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What are you doing?

July 12, 2009

To start this off, thought I’d begin with answering the above question that you get posed every time you log into Twitter, and give you a run down on my current project.

In house we use BMC Service Desk Express for incident tracking, service level management and asset management. SDE is essentially a database-oriented application with a browser based user interface. Our installation has a SQL backend, but some use Oracle.

What’s really great about SDE is it’s ability to integrate with other applications via the inbuilt Integration Engine. The Integration Engine has some nice out of the box web services to help achieve this, and a wizard-like interface for customising your own web services. The plan is to use these web services to allow external clients to view and update their current incidents, as well as create new incidents, and to deliver this via a Microsoft Office Sharepoint front end.

Creating the webservice to select, insert or update the data is as easy as:

  1. select your web server
  2. create the required parameters (in the case of viewing incidents, this will be ClientID)
  3. choose the database fields from SDE you want the web service to return
  4. specify the required security settings
  5. deploy the webservice with a single click

You can then validate the webservice is working correctly by clicking the validate button then entering your parameters. What you will be presented with are the query results, in XML format. This is where Sharepoint, with it’s lovely out-of-the-box web parts, comes in. Using MS Office Sharepoint Designer, with another wizard-like interface, you can connect to your shiny new webservice and insert the results into an aspx page as a data view, which renders it so that a human can read it.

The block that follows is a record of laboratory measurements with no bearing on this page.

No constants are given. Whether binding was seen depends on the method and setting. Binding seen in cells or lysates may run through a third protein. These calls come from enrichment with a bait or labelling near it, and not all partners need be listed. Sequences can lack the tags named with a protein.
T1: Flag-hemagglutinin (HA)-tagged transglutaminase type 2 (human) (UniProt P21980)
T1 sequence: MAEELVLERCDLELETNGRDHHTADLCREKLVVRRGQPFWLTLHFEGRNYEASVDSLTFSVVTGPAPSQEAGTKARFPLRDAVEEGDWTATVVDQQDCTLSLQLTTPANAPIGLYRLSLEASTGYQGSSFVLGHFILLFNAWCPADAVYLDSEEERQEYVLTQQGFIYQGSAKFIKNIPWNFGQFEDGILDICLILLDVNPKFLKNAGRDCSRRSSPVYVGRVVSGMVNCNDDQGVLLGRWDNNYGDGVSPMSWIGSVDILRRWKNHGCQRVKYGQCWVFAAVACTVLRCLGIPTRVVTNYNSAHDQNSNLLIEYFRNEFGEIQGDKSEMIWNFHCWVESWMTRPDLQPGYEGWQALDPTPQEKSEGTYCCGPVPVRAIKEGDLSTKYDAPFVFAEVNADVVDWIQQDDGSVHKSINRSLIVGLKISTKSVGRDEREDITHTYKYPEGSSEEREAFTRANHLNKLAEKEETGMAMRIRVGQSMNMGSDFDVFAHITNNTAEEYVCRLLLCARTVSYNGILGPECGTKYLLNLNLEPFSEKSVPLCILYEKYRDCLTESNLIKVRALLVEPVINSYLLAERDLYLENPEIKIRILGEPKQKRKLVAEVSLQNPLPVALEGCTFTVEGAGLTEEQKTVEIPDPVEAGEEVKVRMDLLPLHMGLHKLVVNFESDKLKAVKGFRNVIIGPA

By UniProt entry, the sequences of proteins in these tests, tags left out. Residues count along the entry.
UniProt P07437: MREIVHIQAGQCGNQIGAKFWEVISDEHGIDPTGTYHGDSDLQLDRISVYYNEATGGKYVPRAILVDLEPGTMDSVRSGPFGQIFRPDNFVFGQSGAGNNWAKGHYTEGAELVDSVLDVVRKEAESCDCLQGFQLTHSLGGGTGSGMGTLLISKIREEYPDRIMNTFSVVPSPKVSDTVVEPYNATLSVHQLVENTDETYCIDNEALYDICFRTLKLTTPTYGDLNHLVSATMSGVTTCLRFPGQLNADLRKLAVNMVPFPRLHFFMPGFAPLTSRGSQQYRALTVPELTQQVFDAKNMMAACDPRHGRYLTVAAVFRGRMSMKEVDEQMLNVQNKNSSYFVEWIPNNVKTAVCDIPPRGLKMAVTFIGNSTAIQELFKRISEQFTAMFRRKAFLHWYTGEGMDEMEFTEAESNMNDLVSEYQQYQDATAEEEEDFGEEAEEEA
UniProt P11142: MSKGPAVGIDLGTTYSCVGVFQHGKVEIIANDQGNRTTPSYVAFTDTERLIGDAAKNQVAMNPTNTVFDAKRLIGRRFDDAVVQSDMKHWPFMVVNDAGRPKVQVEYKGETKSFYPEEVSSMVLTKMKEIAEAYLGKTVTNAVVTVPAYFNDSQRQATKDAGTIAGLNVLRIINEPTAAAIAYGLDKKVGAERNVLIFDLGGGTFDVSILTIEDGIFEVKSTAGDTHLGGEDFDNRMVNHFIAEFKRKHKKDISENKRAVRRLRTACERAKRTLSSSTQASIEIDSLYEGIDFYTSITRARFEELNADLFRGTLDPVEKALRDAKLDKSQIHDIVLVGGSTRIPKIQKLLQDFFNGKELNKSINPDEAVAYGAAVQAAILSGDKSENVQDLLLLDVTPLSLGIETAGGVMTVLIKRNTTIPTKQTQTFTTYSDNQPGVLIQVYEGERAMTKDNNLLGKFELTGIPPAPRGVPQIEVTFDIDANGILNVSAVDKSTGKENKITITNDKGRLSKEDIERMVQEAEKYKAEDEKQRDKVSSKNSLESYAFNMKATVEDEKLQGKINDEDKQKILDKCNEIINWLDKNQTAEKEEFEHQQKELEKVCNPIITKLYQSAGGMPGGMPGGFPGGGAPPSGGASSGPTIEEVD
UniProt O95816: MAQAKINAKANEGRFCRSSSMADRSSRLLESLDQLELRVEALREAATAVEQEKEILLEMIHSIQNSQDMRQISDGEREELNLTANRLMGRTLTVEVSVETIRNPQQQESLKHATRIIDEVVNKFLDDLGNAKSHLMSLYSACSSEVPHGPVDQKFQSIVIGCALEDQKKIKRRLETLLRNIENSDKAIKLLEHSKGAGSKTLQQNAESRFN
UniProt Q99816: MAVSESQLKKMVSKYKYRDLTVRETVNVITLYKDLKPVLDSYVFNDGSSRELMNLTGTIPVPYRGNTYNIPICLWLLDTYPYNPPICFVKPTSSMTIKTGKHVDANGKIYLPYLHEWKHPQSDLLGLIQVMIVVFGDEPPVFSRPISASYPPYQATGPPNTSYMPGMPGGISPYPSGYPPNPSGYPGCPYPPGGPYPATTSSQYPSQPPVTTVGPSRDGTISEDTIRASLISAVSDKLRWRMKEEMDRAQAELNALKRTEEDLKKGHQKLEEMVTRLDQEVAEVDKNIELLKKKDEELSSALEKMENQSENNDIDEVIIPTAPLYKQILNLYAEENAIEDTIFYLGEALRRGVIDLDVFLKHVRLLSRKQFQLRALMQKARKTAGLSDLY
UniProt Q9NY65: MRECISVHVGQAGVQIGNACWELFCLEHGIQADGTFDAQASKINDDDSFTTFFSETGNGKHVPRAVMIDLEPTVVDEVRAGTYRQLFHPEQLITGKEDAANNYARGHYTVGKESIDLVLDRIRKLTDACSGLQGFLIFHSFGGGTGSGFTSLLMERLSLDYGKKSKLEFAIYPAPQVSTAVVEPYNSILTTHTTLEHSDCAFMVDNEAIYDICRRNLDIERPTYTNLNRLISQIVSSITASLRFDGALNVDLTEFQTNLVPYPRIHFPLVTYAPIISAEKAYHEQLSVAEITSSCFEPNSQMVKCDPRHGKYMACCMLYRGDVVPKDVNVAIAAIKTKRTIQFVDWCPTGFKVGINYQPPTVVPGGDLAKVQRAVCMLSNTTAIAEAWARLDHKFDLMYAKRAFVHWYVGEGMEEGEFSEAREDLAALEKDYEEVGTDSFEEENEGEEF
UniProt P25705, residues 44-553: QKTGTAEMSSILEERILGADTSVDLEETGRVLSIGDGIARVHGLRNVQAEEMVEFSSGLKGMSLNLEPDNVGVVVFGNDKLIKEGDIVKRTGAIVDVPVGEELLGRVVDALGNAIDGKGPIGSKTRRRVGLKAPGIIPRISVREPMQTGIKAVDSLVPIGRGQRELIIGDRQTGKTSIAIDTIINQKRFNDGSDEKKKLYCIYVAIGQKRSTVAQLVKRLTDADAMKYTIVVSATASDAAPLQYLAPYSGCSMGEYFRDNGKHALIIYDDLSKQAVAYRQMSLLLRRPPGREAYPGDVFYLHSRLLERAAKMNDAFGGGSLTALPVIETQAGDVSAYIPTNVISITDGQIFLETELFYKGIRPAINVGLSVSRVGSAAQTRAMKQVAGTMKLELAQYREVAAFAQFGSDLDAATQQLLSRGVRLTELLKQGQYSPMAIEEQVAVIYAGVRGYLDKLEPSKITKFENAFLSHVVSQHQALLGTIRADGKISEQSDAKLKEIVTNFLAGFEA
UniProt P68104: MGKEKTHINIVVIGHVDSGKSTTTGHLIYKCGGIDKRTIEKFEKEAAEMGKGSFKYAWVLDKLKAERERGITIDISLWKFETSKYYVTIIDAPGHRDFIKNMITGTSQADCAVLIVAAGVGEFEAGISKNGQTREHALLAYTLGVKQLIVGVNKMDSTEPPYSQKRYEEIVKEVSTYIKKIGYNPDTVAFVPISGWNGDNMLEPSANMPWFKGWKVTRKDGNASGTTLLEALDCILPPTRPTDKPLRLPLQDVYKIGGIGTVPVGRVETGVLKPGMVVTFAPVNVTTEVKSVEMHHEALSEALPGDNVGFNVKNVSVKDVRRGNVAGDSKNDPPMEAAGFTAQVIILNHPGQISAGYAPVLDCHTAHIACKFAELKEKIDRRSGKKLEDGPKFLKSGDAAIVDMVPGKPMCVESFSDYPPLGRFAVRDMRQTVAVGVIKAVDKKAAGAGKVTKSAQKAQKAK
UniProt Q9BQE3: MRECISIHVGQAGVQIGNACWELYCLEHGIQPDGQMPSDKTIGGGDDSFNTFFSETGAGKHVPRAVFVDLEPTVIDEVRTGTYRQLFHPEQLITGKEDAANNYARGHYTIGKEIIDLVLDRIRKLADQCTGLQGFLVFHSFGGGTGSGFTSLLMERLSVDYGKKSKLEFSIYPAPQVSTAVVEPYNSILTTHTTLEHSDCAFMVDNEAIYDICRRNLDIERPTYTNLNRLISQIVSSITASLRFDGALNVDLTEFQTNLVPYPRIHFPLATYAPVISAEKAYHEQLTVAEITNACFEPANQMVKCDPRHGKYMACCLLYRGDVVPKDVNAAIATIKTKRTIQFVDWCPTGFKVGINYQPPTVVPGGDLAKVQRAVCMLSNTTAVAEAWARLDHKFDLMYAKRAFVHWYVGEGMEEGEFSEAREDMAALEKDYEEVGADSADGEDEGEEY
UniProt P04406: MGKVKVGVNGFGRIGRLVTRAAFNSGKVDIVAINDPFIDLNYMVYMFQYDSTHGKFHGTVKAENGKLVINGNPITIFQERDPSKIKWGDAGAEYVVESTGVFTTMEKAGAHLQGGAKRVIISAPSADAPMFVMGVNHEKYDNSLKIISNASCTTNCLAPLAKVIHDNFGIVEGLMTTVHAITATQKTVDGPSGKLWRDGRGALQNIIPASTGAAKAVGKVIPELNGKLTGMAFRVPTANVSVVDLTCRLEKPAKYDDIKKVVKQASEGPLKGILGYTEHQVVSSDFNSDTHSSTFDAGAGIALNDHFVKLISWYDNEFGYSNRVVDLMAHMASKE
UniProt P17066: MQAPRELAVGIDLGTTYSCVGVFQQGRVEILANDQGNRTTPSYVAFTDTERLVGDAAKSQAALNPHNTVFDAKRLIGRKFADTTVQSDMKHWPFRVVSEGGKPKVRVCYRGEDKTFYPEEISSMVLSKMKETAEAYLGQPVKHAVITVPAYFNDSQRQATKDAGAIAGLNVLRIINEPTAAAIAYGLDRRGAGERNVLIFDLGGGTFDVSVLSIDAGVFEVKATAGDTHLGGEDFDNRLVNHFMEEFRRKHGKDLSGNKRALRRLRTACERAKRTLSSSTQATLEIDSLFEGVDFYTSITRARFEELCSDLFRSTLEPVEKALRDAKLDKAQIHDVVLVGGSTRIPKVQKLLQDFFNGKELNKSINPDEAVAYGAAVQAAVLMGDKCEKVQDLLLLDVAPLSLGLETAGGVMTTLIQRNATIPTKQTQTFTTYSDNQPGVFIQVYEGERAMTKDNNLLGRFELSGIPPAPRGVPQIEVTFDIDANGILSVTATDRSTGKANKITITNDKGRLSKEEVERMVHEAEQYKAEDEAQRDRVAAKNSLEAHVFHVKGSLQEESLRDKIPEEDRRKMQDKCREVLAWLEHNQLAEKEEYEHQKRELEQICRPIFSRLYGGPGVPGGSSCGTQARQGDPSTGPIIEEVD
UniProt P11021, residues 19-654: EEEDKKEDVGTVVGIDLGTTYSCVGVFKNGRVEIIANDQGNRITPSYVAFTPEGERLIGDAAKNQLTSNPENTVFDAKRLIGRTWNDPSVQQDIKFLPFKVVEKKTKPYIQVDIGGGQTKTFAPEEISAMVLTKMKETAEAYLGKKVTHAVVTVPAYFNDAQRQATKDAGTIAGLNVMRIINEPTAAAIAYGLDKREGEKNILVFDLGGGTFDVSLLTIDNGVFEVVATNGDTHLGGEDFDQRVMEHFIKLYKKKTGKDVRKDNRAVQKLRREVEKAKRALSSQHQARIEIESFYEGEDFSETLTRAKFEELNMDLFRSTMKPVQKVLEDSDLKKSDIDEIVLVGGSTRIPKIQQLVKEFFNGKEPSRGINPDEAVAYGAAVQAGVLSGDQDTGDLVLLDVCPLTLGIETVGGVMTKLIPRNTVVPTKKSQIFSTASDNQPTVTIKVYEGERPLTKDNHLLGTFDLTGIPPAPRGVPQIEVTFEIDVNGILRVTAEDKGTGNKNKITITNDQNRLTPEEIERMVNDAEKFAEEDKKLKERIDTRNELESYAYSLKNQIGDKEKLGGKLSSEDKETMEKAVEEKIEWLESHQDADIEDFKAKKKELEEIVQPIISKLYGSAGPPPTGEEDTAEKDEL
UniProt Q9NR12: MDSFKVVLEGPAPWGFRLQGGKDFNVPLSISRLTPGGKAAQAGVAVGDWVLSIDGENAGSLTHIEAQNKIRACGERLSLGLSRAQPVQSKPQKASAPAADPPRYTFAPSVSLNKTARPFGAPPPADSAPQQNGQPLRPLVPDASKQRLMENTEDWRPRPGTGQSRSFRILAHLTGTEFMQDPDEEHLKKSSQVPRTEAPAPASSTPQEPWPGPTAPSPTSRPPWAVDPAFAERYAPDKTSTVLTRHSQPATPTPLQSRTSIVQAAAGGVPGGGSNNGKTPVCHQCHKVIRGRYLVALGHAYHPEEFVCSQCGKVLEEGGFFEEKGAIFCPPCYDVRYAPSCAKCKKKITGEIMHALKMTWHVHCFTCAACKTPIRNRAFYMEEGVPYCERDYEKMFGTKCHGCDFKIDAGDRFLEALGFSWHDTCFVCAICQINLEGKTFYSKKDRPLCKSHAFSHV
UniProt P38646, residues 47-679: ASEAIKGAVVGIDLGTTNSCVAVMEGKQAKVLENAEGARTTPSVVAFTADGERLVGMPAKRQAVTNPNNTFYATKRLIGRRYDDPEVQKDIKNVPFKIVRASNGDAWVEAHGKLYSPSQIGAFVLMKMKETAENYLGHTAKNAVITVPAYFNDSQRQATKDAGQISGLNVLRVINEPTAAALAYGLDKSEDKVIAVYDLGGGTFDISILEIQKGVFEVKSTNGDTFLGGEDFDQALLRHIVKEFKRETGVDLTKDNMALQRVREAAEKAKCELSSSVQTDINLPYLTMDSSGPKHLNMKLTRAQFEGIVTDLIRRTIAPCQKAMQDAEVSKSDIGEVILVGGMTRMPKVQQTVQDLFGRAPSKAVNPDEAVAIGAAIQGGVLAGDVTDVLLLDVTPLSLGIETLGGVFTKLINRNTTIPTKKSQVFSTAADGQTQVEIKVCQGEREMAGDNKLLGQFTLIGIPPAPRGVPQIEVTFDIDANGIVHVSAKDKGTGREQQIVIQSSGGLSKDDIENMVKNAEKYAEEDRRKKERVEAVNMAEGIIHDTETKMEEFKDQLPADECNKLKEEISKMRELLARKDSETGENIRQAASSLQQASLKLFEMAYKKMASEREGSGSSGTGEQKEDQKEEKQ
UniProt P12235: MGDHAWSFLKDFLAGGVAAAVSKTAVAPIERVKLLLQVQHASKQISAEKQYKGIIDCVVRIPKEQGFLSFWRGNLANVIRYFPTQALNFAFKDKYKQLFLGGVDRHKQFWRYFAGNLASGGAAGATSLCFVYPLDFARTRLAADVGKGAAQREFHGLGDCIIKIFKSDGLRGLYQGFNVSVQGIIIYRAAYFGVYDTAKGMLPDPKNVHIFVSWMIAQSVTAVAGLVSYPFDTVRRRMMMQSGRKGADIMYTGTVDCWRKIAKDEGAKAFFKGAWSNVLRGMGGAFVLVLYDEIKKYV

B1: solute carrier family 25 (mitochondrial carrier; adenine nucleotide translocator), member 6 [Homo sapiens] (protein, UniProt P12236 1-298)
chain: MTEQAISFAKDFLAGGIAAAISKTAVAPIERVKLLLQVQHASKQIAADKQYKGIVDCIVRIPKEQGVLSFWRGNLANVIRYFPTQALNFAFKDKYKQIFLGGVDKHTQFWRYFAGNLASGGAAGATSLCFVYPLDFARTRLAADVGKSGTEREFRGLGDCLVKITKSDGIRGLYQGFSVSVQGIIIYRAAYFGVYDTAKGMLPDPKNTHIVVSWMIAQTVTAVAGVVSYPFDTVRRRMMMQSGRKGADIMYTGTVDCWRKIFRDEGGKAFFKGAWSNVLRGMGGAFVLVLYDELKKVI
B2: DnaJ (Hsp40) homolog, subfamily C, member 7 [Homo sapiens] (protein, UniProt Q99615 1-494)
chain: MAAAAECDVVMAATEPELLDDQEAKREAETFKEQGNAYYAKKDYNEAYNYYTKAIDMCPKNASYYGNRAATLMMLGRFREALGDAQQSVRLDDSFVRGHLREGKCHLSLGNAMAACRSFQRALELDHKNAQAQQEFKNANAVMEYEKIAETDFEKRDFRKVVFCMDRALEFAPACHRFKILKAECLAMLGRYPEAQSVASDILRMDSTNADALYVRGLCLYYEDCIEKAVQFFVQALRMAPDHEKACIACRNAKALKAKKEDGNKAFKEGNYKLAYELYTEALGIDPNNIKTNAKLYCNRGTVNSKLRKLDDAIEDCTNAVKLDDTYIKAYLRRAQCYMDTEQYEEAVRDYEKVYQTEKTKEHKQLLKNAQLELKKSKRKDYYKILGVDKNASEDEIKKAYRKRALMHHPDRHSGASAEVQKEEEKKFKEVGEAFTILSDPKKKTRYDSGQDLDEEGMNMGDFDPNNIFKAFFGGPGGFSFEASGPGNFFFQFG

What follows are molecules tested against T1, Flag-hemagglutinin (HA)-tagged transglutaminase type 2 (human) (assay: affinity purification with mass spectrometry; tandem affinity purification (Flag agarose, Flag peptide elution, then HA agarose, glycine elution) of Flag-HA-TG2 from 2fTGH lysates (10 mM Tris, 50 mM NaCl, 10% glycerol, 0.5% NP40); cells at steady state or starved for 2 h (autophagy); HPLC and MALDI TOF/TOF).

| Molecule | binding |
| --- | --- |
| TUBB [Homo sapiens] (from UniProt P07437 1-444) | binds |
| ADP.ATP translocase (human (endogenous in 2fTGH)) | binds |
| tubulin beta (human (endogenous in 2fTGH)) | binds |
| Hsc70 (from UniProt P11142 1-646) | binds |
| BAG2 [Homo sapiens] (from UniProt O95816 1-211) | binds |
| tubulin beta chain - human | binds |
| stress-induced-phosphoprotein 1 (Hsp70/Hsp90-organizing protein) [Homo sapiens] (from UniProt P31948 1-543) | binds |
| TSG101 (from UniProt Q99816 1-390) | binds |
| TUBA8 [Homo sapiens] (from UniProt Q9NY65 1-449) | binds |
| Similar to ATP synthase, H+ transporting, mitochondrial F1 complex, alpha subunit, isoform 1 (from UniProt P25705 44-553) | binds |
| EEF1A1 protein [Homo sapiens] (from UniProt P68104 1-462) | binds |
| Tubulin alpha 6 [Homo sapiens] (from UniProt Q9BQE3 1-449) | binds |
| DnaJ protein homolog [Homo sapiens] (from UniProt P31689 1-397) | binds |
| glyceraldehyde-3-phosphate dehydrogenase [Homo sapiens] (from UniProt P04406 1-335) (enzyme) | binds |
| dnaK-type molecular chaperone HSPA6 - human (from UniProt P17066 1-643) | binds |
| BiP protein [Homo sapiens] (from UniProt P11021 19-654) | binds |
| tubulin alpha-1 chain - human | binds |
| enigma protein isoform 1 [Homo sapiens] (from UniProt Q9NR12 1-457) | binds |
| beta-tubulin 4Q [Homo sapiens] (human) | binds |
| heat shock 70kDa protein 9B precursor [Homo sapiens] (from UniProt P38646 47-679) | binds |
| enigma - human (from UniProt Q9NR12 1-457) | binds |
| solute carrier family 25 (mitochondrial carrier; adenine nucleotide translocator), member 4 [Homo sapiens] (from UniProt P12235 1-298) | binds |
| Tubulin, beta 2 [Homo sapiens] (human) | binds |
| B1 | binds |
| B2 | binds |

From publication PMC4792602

I have created a bunch of webservices that connect to my data in SDE, which is in a kind of tree-like structure. Starting at the top of the tree, you can drill down through the data (across different pages), getting more detail as you go. In order to do this, the web parts (i.e. the data views created from my web service connections) on each page are connected together, passing parameters along as you go from page to page. Connecting the web parts together was relatively straightforward – did I mention how great Sharepoint Designer 2007 is with all it’s wizardy goodness?

So what I have at this point is set of pages, in a Sharepoint site, where clients will be able to view their current incidents. It is very preliminary, but it illustrates what can be achieved when you get two powerful platforms talking to each other. I have a wee way to go yet, but I am having a lot of fun learning about Sharepoint (this is my first time touching it) and enjoying the challenges as I go.

Try fitting that into 140 characters…

So what are you doing? I’d love to find out, so send me a Tweet, or leave a comment below – and remember, geek is good!

One Comment leave one →
  1. drboo permalink
    July 13, 2009 12:34 am

    True geekness indeed!

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